You have probably all seen this reported, and in the global scheme of things, it’s just one more (relatively minor) national embarrassment.
A resolution to encourage breast-feeding was expected to be approved quickly and easily by the hundreds of government delegates who gathered this spring in Geneva for the United Nations-affiliated World Health Assembly.
Based on decades of research, the resolution says that mother’s milk is healthiest for children and countries should strive to limit the inaccurate or misleading marketing of breast milk substitutes.
Then the United States delegation, embracing the interests of infant formula manufacturers, upended the deliberations.
American officials sought to water down the resolution by removing language that called on governments to “protect, promote and support breast-feeding” and another passage that called on policymakers to restrict the promotion of food products that many experts say can have deleterious effects on young children.
And it wasn’t just a pro-forma vote. U.S. diplomats “twisted arms” and threatened supporters of the resolution. Ecuador had planned to introduce the measure; according to reports, American officials warned Ecuador’s representatives that if they refused to drop their sponsorship of the resolution, “Washington would unleash punishing trade measures and withdraw crucial military aid.”
The Ecuadorean government–understandably–caved.
Health advocates scrambled to find another sponsor for the resolution, but at least a dozen countries, most of them poor nations in Africa and Latin America, backed off, citing fears of retaliation, according to officials from Uruguay, Mexico and the United States.
Speaking of threats, some American delegates evidently went so far as to suggest that the United States might cut its contribution to the World Health Organization, which uses America’s significant contribution to fund a variety of important global medical initiatives.
In the end, the Americans’ efforts were mostly unsuccessful. It was the Russians who ultimately stepped in to introduce the measure — and the Americans did not threaten them.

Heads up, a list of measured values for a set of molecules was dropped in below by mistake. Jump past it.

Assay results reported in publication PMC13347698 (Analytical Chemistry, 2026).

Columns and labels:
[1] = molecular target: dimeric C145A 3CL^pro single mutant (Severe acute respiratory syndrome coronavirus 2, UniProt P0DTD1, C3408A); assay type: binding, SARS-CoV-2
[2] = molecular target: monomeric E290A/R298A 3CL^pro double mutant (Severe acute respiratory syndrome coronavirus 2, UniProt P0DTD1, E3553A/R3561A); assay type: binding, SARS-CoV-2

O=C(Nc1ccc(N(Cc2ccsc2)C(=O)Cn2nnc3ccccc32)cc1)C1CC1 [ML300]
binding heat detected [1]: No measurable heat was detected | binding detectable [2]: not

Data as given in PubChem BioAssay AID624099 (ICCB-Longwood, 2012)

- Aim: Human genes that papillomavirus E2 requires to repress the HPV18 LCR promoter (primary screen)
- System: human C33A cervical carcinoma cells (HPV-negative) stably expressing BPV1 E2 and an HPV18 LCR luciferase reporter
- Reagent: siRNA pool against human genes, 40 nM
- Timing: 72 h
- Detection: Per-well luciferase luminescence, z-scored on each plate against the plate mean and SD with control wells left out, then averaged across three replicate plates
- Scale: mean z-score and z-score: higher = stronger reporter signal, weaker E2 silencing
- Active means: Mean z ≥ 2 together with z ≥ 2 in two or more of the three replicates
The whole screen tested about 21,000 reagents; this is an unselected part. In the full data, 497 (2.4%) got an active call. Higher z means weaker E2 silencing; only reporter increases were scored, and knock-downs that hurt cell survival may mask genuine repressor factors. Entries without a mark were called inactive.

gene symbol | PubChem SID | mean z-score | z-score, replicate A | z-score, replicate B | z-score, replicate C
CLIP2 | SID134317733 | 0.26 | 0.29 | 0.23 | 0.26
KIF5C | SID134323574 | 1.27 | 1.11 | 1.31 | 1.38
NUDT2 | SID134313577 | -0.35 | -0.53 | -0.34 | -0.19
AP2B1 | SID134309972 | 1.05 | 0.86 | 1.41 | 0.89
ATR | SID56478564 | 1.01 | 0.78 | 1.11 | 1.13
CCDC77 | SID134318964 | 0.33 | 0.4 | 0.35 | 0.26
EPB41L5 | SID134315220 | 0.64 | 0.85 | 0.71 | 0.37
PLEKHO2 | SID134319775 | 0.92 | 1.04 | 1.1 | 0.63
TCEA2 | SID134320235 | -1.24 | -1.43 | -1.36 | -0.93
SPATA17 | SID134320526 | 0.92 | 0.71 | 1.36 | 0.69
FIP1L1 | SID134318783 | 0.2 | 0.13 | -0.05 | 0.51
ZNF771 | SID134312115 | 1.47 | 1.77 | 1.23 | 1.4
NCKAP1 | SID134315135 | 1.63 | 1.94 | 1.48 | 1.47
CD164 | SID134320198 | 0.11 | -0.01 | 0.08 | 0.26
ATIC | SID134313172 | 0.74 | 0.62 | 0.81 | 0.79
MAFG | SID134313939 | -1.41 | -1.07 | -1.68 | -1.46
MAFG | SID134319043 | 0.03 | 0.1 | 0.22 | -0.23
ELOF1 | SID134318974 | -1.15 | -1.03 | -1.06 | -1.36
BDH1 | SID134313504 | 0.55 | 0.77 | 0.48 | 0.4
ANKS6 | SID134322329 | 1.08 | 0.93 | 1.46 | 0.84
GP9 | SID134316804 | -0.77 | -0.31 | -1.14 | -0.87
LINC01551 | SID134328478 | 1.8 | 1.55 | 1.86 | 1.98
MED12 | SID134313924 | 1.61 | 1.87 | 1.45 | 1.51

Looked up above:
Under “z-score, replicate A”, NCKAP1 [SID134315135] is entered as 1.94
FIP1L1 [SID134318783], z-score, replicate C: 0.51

It wasn’t just breastfeeding. The thuggery was extensive.
The confrontation was the latest example of the Trump administration siding with corporate interests on numerous public health and environmental issues.
In talks to renegotiate the North American Free Trade Agreement, the Americans have been pushing for languagethat would limit the ability of Canada, Mexico and the United States to put warning labels on junk food and sugary beverages, according to a draft of the proposal reviewed by The New York Times.
During the same Geneva meeting where the breast-feeding resolution was debated, the United States succeeded in removing statements supporting soda taxes from a document that advises countries grappling with soaring rates of obesity.
The Americans also sought, unsuccessfully, to thwart a W.H.O. effortaimed at helping poor countries obtain access to lifesaving medicines. Washington, supporting the pharmaceutical industry, has long resisted calls to modify patent laws as a way of increasing drug availability in the developing world, but health advocates say the Trump administration has ratcheted up its opposition to such efforts.
We have an administration that separates desperate families that have come to us to escape violence and (often) certain death. We put their babies in cages. Now we discover that the American government–our government– bullies health professionals who are working to save lives, in order to protect the pocketbooks of its political donors.
Permit me to modify Joseph Welch’s immortal lines : “Until this moment, I think I never really gauged the Trump team’s cruelty or recklessness… Clearly, they have no sense of decency.”